Blue-green algae, also known as cyanobacteria, are the source of PhycoBoost™, the natural ingredient found only in Cyantific Skin Care. A Google search for “blue-green algae” will uncover a dizzying array of hits that range from popular nutritional supplements to blue-green algae that make toxins. Let’s sort out some of that information to understand why some blue-green algae are good, some are bad, and some, like the ones we use to make PhycoBoost™, are totally freakin' awesome!
Top of page with a Google search for blue-green algae are nutritional supplements from a never-ending list of independent producers. Some species of blue-green algae have been dried down and pressed into pills or sold as powders for human consumption for decades. One you may have heard of is Spirulina.
Fans of Spriulina supplements swear by the health benefits. Indeed, the contents are impressive: vitamins A, E and B-12, essential amino acids and fatty acids to name a few. Benefits for the hair, skin and nails are the most commonly claimed for this vegan-friendly rich protein source. Spirulina supplements have enjoyed a boost in consumer interest in recent years as they ride the “superfood” wave, and even the smoothie trend since the powders are easily added to your own blend of healthy ingredients.
In nature, there are hundreds of types of blue-green algae, and they are often foundational in healthy aquatic ecosystems. They reside at the base of the food web where they are grazed on by small aquatic organisms and bugs that are then in turn eaten by fish and so forth. However, it is also in their natural habitats that some blue-green algae have earned a rather notorious reputation. That's because when blue-green algae are bad, they are really bad.
Some species of blue-green algae make potent toxins that can affect the liver and nervous system. These blue-green algae are cause for concern these days because they cause something known as a "harmful algal bloom," a massive overgrowth of algae in a lake or reservoir. The "harmful" part can range from the aesthetic (green slime--yuck!) to being harmful to animals, including humans (do not swim!).
The toxin-producing bad actors have been one of the challenges for the supplements discussed above—sometimes they grow alongside the good blue-green algae and can contaminate products. The best supplement producers have a toxin screening program in place to protect their customers, and if you’re concerned you should ask the manufacturer how they prevent this kind of contamination.
It may surprise you to know that it was while I was studying toxic blue-green algae that I came up with the idea for PhycoBoost™, the unique extract from blue-green algae that you’ll only find in Cyantific Skin Care. I was visiting lakes like the one shown in this picture, and I started digging into the question of why the toxic algae were so hardy, resisting high exposures to UV radiation as they sat on the surface of a lake. It ends up that some of the toxic blue-green algae make natural UV-protectant compounds that helped them to cope with being baked by the sun. Most blue-green algae, including Spirulina, actually don’t make these compounds.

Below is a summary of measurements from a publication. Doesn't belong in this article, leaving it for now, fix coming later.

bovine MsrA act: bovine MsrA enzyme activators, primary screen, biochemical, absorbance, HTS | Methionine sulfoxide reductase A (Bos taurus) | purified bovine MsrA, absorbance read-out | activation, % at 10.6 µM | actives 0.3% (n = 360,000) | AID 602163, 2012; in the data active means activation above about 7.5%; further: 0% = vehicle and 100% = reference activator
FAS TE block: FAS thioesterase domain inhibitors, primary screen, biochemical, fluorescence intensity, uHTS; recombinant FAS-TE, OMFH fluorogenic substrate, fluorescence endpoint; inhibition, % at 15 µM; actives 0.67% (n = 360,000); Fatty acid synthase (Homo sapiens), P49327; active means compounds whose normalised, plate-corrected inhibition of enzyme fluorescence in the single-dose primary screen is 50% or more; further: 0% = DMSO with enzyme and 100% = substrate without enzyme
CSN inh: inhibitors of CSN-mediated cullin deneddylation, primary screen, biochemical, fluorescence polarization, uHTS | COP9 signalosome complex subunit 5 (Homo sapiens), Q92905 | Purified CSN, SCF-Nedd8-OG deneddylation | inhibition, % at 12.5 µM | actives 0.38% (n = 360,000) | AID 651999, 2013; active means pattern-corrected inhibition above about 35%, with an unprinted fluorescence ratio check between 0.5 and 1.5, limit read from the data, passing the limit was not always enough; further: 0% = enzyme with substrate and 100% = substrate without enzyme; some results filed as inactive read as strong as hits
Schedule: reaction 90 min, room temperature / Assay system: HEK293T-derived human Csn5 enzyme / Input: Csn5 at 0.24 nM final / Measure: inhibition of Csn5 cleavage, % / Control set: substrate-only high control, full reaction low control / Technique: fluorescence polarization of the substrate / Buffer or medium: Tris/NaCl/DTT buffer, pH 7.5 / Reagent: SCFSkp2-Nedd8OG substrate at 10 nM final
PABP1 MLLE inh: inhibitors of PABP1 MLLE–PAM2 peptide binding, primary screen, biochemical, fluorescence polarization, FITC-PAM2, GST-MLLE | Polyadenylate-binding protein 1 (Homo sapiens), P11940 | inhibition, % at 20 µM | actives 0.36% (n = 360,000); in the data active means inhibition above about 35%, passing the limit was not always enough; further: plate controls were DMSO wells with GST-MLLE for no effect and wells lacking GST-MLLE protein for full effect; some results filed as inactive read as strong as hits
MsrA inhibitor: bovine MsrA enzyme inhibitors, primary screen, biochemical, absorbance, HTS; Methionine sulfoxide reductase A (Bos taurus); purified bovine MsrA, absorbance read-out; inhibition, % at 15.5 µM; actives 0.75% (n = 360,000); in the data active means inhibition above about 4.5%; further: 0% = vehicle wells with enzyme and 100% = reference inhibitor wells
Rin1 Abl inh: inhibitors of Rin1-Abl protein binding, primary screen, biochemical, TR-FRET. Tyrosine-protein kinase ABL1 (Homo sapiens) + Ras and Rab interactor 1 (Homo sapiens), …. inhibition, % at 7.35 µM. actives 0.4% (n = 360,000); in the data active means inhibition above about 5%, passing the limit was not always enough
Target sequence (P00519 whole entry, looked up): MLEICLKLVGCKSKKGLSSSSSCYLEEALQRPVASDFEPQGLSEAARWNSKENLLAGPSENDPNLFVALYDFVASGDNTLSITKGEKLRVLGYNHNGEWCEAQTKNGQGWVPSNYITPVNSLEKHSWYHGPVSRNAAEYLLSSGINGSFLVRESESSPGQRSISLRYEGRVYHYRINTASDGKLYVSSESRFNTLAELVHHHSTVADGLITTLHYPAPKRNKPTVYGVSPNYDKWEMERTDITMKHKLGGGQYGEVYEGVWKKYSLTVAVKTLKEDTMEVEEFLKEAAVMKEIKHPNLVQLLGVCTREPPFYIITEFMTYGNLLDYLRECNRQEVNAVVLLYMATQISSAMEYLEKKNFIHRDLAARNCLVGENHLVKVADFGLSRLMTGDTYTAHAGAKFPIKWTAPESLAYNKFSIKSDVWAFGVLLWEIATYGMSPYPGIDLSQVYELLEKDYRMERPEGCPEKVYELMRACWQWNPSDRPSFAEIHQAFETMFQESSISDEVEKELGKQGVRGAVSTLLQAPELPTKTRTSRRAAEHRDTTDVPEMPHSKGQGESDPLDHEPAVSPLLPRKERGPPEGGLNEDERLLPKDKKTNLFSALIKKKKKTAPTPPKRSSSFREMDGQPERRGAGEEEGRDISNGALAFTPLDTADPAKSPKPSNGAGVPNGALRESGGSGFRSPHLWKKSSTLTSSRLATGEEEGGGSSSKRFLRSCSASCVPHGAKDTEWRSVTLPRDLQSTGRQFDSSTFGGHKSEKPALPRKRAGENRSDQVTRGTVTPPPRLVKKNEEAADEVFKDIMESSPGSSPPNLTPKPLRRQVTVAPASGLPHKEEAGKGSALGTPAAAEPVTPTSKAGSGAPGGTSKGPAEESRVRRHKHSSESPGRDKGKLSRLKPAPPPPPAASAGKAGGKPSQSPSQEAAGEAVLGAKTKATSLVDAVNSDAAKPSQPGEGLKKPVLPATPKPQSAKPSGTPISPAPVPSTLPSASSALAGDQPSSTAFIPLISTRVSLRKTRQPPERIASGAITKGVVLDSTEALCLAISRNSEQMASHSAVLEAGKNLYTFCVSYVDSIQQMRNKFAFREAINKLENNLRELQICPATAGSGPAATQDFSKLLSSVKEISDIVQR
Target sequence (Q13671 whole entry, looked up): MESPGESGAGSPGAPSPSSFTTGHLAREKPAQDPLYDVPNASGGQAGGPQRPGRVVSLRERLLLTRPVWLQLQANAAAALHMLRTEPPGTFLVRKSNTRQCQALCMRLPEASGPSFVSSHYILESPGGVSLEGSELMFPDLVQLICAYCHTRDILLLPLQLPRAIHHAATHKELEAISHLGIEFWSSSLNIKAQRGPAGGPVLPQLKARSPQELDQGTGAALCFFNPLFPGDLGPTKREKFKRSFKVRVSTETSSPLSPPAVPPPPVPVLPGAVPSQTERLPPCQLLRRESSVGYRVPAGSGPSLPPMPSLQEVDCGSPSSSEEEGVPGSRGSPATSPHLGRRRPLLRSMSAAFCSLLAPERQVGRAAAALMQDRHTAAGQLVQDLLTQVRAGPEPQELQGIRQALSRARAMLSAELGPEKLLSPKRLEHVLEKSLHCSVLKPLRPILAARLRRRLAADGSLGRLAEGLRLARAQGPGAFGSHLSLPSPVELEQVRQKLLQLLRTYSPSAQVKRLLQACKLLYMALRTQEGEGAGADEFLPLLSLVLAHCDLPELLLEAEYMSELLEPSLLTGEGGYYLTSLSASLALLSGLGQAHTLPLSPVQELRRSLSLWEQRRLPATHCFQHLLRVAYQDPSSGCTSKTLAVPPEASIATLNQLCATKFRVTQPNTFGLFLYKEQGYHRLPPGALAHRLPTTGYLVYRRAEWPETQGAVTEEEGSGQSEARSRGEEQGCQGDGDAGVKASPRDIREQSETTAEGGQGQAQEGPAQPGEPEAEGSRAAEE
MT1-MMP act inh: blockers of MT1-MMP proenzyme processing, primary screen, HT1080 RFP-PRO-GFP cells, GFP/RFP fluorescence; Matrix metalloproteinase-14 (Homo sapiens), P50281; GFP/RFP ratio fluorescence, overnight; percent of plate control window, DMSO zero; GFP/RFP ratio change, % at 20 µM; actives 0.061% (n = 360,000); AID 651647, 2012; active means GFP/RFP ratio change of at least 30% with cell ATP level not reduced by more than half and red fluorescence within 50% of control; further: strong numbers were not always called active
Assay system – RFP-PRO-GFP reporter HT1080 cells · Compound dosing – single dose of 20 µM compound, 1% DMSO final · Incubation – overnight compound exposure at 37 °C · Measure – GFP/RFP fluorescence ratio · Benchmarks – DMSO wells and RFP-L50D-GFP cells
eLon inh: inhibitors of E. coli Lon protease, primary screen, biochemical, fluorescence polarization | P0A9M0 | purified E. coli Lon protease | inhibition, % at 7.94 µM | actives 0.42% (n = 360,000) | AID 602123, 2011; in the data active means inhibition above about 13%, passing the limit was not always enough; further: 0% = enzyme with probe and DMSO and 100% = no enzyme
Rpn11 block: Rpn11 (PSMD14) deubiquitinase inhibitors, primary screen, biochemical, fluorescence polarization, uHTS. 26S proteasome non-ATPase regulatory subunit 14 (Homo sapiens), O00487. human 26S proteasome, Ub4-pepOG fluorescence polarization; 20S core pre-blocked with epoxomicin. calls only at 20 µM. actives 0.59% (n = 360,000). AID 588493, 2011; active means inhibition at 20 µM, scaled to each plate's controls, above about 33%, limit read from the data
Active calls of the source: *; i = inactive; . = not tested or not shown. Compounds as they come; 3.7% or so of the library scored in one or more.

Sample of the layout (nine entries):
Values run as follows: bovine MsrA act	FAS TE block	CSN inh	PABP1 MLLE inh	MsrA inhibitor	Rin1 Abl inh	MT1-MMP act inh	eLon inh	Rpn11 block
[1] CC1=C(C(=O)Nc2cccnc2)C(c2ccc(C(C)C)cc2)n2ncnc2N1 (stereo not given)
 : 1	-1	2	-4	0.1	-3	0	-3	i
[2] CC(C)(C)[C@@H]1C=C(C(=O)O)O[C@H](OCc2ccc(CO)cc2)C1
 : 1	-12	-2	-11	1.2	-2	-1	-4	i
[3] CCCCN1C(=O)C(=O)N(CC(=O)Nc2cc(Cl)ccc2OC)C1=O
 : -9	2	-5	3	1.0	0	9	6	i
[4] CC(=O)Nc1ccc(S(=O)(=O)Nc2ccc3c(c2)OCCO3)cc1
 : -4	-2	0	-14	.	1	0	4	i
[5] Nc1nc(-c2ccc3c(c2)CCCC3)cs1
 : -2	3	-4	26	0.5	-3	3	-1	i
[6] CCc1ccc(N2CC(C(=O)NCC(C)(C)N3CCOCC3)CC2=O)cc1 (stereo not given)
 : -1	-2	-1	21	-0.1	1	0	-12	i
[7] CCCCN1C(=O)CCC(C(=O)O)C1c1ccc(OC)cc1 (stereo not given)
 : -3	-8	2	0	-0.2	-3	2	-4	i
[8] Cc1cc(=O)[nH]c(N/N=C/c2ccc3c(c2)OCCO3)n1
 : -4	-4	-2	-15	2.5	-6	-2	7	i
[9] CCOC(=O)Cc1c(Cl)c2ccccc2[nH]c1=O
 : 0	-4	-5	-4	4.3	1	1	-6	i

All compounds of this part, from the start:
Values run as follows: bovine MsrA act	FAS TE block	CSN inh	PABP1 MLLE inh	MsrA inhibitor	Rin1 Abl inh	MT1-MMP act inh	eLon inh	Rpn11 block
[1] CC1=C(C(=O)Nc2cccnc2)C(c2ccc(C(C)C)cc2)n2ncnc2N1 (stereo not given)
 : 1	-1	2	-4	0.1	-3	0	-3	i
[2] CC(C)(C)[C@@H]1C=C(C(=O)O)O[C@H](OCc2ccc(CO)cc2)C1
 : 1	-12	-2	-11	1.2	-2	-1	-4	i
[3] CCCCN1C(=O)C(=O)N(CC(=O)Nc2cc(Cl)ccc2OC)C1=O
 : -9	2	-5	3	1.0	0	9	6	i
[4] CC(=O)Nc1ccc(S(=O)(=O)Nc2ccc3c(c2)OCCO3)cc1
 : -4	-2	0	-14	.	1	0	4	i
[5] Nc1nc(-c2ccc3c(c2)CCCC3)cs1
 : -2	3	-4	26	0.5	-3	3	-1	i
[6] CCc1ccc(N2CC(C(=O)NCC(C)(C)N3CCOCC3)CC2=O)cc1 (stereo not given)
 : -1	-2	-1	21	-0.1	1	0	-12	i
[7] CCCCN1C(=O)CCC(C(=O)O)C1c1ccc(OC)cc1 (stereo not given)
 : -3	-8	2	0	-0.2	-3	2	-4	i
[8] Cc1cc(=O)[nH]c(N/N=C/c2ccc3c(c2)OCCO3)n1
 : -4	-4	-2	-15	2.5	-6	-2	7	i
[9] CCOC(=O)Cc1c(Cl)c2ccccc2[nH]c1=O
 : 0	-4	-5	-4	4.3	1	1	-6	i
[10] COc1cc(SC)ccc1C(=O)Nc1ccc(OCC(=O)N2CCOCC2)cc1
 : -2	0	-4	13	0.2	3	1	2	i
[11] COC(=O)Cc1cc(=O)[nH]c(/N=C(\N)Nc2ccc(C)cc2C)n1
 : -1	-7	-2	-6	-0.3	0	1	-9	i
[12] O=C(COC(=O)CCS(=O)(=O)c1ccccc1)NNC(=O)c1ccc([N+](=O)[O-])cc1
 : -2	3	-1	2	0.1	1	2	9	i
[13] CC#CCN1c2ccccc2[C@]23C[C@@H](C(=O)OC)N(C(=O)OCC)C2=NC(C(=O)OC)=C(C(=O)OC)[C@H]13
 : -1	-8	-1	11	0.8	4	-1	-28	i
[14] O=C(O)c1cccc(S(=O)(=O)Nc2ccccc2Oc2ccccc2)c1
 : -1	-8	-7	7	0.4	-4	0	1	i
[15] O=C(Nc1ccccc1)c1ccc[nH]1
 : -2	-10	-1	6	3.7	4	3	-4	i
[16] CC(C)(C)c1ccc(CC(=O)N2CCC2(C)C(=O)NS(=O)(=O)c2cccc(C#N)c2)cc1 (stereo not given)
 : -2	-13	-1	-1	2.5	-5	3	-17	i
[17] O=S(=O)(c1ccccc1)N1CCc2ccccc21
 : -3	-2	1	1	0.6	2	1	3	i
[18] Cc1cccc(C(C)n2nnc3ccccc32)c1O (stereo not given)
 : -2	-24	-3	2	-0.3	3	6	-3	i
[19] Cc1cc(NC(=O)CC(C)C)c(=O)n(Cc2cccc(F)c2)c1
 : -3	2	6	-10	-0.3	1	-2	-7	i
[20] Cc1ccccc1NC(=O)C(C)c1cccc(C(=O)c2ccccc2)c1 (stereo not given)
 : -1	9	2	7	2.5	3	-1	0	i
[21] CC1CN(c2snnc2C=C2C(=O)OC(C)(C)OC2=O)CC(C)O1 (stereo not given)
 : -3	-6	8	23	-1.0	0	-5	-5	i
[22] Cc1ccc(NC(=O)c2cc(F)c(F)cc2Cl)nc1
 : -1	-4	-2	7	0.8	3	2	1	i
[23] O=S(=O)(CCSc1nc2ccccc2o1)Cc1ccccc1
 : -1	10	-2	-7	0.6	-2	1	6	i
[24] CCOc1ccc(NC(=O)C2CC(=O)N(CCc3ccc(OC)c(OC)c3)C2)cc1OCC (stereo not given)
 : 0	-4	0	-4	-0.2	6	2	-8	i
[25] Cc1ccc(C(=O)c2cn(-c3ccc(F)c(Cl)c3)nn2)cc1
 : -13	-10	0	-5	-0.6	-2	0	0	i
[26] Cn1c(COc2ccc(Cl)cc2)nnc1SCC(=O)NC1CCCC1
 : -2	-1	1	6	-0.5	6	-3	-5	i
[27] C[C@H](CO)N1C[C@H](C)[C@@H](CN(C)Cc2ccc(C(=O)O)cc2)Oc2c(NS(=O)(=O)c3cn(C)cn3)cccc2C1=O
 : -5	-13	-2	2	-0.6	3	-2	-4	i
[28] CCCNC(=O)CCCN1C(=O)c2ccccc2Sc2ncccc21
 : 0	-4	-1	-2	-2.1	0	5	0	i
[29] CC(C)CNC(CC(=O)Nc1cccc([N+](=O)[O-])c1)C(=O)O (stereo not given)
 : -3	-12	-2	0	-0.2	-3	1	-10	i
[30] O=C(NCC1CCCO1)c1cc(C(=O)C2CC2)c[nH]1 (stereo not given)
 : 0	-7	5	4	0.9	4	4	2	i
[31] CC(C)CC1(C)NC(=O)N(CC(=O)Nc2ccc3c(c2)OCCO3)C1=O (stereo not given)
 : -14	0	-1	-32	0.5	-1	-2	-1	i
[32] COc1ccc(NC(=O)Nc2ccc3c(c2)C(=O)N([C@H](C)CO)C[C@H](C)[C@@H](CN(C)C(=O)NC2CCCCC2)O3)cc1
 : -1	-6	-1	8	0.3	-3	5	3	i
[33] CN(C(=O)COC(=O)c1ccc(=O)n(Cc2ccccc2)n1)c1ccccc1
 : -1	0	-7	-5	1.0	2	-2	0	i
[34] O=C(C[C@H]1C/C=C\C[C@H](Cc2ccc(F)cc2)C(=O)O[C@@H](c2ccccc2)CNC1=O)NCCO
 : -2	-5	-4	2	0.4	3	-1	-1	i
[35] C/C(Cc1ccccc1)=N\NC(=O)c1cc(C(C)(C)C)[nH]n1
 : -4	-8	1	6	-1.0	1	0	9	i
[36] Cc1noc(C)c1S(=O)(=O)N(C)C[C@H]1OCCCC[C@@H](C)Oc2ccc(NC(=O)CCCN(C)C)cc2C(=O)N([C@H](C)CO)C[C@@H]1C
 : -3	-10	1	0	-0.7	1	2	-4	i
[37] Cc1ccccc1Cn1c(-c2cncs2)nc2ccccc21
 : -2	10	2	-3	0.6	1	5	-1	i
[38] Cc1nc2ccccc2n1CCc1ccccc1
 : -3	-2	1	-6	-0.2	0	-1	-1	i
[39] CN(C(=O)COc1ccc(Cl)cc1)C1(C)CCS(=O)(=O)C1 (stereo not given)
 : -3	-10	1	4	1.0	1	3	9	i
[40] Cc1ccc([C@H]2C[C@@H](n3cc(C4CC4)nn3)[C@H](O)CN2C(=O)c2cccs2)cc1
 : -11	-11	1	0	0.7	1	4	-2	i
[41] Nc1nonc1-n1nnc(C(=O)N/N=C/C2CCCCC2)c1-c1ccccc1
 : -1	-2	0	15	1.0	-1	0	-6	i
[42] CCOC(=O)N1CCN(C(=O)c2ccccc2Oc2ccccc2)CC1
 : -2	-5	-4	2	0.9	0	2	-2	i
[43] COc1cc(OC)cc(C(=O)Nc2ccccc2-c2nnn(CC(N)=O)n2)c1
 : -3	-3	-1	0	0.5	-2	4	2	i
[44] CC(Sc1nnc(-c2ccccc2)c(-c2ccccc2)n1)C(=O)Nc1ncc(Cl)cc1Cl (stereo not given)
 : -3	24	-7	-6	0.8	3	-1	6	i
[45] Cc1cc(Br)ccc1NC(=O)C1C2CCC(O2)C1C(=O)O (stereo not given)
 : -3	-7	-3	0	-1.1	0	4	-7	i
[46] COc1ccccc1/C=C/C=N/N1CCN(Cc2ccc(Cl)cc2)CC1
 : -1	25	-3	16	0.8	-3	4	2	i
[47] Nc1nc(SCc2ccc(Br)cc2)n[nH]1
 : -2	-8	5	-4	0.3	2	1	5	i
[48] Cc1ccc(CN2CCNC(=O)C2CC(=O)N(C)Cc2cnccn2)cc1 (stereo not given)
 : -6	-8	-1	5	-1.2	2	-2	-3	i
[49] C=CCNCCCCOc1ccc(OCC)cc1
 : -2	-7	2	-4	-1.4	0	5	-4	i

So the question I was faced with was, how do I get my hands on the good stuff (those UV-protectant compounds) while avoiding the bad stuff (the toxins)?
I’m a pretty good biochemist, and showed time and again that I could remove all traces of toxin from the bad algae in the laboratory. However, I'm also a businesswoman, and it’s not a great marketing strategy to use toxic blue-green algae as a primary source for a skin care ingredient! If they were ever present, they needed to be in trace quantities only. That’s what led me on the hunt for blue-green algae that make the good stuff, and which don't typically make the bad stuff. That's how I learned about the totally freakin’ awesome blue-green algae that we use to make PhycoBoost™ for Cyantific Skin Care.
There is a special group of blue-green algae that I learned about around five years ago, and which are catching up to Spirulina in popularity in the nutritional supplements world. They grow naturally to very high levels in beautiful Klamath Lake in Klamath Falls, Oregon. Klamath Lake Algae are actually a population of several species of blue-green algae, but that population is hugely dominated (over 90%) by Aphanizomenon flos-aquae, called "AFA" for obvious convenience. I took this picture of AFA growing in Klamath Lake around 2014; it looked like cut grass floating in the lake.
AFA is a super-producer of the UV-protectant compounds that are also found in the toxic blue-green algae I had been working with. So AFA was the perfect source for making PhycoBoost™--after all if this resource was safe enough for people to eat, then it would be ideal for me to make my skin care ingredient. If the total population contains traces of toxic algae, our proprietary process easily removes all toxins (we’re actually experts in that regard). Of course we test for the toxins to be extra safe, and all of our products have undergone industry-standard safety testing in FDA-approved laboratories.
I hope you enjoyed learning a little about blue-green algae, and might see why I find them totally freakin’ awesome!